History suggests they might. After all, Riek came back into the SPLM’s fold after his 1991 breakaway, and worked as Salva’s deputy from 2005 until the summer of 2013. There was no sign the men particularly liked and trusted each other then. That unease will be compounded now, by twenty months of killing.
But trust can be built. “When they fight, Nilotics are tough, but afterwards they can come together as friends” – that, in substance, is what one rebel official, a Nuer, told me on the day of the signing. Riek and Salva may not like each other, but they can work together – as long as both feel this serves their interests.
All the same, it is difficult to imagine Salva or his inner circle permitting Riek to win the nomination to lead the now ruling SPLM for the 2018 elections, or of Riek letting anything stop his ambitions to one day govern the country. These though, are issues for the medium to long term.
One of the real problems with this peace agreement, inevitable though it may have been, is that it resembles a restructuring of the status quo ante. The SPLM house is being put back together again, brick by difficult brick. Yet the SPLM’s record since 2011 has been a disastrous one.
For South Sudan to become a more stable and prosperous nation, issues of bad governance, corruption and the militarisation of the political sphere must be addressed. This agreement will not correct the absence of democracy in the country. (Its creators may argue it could not have been expected to have done so.)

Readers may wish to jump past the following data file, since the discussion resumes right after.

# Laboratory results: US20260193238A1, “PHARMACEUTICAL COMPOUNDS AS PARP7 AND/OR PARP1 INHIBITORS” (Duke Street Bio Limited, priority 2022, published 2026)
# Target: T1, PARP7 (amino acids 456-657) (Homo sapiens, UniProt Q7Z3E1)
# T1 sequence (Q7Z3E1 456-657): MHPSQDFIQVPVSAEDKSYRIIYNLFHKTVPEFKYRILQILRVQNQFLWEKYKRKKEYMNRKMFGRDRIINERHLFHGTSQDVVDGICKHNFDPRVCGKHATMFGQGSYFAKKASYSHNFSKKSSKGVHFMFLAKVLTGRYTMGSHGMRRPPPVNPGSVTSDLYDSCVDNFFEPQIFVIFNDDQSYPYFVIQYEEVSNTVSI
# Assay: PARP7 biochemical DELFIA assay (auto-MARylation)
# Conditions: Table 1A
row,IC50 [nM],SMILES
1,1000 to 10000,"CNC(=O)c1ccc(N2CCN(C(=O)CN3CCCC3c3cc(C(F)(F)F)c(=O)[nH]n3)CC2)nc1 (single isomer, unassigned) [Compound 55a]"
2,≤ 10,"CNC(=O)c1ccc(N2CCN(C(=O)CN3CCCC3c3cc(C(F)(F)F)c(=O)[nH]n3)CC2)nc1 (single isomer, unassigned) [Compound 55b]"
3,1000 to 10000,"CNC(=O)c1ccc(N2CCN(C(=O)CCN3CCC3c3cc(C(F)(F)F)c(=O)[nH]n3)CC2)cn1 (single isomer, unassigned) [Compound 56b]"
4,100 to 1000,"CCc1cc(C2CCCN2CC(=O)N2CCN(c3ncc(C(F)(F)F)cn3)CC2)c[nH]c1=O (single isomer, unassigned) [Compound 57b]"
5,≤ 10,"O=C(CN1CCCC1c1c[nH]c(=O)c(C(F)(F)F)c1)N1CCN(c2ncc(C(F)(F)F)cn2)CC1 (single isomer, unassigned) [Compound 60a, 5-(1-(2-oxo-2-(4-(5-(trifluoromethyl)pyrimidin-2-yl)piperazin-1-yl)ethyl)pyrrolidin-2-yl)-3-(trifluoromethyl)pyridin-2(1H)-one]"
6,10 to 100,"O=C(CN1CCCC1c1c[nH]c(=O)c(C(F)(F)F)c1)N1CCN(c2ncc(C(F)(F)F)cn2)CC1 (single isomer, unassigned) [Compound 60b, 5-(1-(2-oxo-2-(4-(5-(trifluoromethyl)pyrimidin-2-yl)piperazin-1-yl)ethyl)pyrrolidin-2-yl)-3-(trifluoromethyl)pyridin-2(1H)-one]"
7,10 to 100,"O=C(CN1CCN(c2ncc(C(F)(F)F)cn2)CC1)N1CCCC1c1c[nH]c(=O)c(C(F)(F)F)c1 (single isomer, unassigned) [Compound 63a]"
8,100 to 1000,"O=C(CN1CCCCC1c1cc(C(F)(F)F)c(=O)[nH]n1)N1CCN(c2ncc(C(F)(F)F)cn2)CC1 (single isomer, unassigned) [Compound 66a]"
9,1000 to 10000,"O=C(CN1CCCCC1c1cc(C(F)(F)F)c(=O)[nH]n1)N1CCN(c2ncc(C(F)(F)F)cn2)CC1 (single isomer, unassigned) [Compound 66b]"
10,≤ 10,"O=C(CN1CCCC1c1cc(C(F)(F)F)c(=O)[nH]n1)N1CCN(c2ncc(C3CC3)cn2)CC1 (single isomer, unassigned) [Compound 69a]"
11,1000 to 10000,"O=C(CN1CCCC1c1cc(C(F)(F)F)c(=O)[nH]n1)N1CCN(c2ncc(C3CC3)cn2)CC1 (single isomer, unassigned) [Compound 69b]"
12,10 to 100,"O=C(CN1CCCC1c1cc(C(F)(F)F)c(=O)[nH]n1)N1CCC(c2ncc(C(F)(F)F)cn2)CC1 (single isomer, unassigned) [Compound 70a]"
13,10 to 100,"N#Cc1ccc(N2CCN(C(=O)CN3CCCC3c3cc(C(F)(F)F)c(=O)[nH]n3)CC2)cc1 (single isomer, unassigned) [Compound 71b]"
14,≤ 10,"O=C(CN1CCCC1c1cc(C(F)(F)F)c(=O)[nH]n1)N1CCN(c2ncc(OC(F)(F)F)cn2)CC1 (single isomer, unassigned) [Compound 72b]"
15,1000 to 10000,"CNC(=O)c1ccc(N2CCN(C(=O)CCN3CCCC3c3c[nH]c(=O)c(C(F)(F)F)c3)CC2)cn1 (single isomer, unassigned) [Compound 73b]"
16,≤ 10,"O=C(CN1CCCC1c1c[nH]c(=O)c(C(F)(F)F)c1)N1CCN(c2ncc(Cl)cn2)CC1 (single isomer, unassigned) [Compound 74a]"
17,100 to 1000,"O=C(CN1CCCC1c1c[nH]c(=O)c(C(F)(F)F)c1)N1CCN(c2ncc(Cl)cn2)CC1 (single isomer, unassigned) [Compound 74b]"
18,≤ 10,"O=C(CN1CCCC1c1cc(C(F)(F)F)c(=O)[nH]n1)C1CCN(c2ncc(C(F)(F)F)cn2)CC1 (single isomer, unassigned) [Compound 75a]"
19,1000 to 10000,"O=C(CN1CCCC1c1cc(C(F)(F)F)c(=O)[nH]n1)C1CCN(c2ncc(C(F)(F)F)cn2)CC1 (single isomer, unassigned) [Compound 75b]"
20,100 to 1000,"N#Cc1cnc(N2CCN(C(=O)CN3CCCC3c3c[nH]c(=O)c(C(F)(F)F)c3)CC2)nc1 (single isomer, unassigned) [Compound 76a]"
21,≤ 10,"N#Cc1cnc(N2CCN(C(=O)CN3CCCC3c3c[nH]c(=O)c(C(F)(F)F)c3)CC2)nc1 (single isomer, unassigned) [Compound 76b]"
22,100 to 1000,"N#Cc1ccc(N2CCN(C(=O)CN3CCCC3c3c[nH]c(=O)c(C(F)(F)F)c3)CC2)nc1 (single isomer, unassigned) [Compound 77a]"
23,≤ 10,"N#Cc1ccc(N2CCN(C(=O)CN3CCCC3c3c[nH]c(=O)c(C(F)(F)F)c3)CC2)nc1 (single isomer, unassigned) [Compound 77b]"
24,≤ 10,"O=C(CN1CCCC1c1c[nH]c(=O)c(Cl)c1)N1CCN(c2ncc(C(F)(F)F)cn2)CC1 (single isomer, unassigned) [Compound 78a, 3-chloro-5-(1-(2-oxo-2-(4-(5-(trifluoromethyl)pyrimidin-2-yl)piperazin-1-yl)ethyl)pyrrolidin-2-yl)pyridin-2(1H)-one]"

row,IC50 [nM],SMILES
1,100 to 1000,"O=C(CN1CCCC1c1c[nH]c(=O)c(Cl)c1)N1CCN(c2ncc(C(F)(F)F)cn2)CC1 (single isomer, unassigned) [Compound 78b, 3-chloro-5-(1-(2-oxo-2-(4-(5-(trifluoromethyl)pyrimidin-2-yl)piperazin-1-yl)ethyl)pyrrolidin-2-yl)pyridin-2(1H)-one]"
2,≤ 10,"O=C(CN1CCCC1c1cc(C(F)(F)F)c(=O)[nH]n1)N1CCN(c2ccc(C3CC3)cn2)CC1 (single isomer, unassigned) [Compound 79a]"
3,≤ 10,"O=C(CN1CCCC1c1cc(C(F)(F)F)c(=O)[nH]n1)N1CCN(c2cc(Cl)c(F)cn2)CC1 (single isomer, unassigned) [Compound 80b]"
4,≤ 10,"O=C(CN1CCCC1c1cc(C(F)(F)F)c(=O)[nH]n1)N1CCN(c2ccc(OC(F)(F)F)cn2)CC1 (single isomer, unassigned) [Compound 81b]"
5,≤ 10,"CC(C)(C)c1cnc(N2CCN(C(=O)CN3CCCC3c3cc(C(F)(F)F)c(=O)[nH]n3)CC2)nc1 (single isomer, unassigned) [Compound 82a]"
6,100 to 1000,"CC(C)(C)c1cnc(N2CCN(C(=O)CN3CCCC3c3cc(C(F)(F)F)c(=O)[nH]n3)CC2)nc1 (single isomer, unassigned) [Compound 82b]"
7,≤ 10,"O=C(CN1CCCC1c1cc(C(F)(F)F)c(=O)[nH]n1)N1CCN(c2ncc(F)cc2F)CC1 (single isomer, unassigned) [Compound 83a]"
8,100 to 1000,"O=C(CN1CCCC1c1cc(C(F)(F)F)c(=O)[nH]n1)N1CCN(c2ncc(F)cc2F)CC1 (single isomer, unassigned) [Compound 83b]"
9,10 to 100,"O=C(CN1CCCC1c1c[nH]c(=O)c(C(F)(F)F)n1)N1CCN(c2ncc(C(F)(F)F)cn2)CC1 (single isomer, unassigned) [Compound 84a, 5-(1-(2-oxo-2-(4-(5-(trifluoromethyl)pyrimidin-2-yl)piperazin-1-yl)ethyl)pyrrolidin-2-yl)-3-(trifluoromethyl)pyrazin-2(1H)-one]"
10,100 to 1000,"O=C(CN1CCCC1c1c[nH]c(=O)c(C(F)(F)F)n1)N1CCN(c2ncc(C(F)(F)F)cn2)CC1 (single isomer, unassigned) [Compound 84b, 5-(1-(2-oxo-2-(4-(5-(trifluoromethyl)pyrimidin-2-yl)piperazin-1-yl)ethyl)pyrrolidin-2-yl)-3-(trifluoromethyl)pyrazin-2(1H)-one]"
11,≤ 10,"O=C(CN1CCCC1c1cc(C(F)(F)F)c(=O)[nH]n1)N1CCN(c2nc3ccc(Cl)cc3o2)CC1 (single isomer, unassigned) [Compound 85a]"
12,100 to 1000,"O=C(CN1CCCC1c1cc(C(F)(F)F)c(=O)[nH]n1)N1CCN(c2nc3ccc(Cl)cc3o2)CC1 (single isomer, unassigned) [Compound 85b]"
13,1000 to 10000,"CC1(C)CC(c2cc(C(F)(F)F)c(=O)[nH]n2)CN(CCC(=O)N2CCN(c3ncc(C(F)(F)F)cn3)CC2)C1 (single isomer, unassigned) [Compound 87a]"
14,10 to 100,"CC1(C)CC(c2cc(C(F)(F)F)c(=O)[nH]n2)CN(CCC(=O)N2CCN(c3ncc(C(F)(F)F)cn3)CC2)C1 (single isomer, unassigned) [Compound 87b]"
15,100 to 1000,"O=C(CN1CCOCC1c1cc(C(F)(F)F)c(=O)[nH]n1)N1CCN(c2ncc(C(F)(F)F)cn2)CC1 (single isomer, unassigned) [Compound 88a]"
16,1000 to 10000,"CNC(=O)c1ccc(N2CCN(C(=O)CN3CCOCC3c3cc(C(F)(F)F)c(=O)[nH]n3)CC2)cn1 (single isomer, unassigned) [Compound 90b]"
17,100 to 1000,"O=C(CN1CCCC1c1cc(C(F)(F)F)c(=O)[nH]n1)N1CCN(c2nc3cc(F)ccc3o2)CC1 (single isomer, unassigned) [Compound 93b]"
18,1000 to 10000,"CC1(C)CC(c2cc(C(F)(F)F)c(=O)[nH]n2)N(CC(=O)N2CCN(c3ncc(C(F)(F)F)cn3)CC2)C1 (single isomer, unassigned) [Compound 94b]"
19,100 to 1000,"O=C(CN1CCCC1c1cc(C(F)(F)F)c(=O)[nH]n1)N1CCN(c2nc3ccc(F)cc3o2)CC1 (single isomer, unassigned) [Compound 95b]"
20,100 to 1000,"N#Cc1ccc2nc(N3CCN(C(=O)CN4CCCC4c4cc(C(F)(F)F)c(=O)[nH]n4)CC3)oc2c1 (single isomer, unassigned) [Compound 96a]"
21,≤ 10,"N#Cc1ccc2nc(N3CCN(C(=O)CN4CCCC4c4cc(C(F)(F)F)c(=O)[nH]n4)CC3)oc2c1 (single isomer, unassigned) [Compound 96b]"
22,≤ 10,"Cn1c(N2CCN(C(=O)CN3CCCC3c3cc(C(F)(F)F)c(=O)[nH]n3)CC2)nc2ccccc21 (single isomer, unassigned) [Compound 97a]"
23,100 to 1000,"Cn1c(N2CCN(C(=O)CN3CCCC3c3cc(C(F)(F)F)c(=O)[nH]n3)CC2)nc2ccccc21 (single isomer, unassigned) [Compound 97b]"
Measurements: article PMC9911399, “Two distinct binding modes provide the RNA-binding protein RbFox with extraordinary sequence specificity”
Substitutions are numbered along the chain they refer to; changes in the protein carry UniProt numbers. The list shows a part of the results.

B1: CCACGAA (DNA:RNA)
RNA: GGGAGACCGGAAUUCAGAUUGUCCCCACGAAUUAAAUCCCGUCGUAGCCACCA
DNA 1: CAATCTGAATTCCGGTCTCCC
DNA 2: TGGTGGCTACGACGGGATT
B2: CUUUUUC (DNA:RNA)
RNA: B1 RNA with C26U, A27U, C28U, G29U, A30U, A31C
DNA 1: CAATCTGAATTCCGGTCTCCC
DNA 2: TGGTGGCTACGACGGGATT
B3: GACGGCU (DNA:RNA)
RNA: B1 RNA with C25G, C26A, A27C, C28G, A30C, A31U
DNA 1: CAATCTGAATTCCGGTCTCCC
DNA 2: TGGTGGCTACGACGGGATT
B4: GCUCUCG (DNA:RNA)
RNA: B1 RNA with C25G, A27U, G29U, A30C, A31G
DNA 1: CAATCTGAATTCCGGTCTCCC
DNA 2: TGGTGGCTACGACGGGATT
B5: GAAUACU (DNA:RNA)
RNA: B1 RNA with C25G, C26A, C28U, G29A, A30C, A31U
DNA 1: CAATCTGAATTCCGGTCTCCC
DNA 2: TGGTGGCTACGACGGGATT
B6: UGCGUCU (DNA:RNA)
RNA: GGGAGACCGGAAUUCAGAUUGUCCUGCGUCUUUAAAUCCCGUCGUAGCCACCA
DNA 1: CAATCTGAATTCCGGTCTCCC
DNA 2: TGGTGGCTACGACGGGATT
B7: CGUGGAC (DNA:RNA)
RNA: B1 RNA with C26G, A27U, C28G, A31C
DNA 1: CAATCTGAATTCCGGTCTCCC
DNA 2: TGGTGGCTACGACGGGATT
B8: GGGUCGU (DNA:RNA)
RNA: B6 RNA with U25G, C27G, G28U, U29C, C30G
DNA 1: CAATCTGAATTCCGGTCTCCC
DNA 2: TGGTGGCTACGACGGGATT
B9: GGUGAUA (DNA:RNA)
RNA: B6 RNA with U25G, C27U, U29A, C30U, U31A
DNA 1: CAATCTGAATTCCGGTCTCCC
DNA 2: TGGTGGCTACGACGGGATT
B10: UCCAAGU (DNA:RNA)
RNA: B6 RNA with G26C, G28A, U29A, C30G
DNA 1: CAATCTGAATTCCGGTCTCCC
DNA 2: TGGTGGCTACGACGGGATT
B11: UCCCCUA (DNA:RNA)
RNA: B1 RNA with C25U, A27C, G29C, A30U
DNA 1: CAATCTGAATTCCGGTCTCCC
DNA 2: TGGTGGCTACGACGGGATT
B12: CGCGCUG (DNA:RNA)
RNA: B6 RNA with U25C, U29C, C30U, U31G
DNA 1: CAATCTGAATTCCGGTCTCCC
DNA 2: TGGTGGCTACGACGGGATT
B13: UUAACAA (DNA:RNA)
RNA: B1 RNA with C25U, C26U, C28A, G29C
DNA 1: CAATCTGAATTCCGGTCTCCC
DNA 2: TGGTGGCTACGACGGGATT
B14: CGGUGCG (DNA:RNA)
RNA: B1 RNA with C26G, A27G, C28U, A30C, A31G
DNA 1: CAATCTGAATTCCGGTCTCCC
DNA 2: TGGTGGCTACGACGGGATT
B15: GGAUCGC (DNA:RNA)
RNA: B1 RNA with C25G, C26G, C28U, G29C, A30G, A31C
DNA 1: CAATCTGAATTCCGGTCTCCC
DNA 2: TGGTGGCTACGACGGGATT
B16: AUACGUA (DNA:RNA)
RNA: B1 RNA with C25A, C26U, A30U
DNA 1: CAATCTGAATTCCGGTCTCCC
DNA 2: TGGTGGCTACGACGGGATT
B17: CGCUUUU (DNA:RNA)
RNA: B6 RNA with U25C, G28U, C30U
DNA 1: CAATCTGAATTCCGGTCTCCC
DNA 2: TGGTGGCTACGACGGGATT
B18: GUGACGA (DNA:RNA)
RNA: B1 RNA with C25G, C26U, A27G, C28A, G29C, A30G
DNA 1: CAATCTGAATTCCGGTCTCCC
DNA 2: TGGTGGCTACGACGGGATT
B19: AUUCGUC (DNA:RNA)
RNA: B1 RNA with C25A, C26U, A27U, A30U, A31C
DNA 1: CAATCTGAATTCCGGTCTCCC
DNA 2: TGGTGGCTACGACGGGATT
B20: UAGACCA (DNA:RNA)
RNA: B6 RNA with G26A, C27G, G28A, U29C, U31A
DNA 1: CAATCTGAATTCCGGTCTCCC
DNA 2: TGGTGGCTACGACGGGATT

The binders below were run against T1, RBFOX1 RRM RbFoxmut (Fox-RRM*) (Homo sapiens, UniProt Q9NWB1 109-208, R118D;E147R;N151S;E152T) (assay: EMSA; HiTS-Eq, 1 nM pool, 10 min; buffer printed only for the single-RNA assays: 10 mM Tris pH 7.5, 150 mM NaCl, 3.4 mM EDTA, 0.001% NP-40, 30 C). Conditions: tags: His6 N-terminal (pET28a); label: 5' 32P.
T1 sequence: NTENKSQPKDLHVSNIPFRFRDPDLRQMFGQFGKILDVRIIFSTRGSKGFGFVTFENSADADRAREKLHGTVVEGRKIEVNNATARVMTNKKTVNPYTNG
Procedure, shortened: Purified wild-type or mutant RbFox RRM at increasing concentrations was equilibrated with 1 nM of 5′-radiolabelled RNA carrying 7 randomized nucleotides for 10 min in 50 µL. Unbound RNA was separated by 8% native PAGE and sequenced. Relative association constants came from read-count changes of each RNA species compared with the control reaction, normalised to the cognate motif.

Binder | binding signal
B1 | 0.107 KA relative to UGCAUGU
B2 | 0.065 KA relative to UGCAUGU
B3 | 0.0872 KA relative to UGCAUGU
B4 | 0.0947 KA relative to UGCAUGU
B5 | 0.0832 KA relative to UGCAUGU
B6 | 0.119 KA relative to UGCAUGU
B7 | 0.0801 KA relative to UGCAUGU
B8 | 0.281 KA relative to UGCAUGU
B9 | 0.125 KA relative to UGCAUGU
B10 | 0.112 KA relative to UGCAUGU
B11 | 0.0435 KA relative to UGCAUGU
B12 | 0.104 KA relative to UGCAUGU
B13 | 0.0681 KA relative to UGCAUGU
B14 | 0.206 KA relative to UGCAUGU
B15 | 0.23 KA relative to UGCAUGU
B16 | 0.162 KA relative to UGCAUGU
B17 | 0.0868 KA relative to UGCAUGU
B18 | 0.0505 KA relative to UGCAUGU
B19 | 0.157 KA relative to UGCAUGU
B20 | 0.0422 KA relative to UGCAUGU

The creation of a hybrid court may go some way to fighting the impunity with which military and political leaders have acted. Following its progress will be one key sign of the viability of the whole deal.
So in many ways, this agreement is fragile, even incomplete. Renewed fighting could break out in the next few days or months, or the whole shaky edifice could tumble down over disagreements in the transitional government. The divergent agendas of the region could intervene once more in South Sudan’s affairs.
Or, quite simply, the agreement could be applied in full, but South Sudan would still have many problems to resolve. And perhaps the domestic and international willingness to push through this next, more difficult, step would have been exhausted.
That, then, is one assessment of this deal. But there is another way of looking at it. In its short life, South Sudan’s leaders have failed it. They have brought destruction rather than development, and chosen chaos and self-interest rather than the difficult path to improving the lives of their countrymen.
This does not have to be a permanent choice. Salva Kiir and Riek Machar, and the many others with the chance to shape their country’s destiny, can decide to change their ways. Redemption in the eyes of history would not be easy, but it is possible. If they are unable to implement this agreement, difficult though it may be, and bring a lasting peace to the country, then it is time for them to leave the political scene forever.
James Copnall is a journalist and author of A Poisonous Thorn in our Hearts: Sudan and South Sudan’s Bitter and Incomplete Divorce. He is editor of “˜Making Sense of the Sudans’.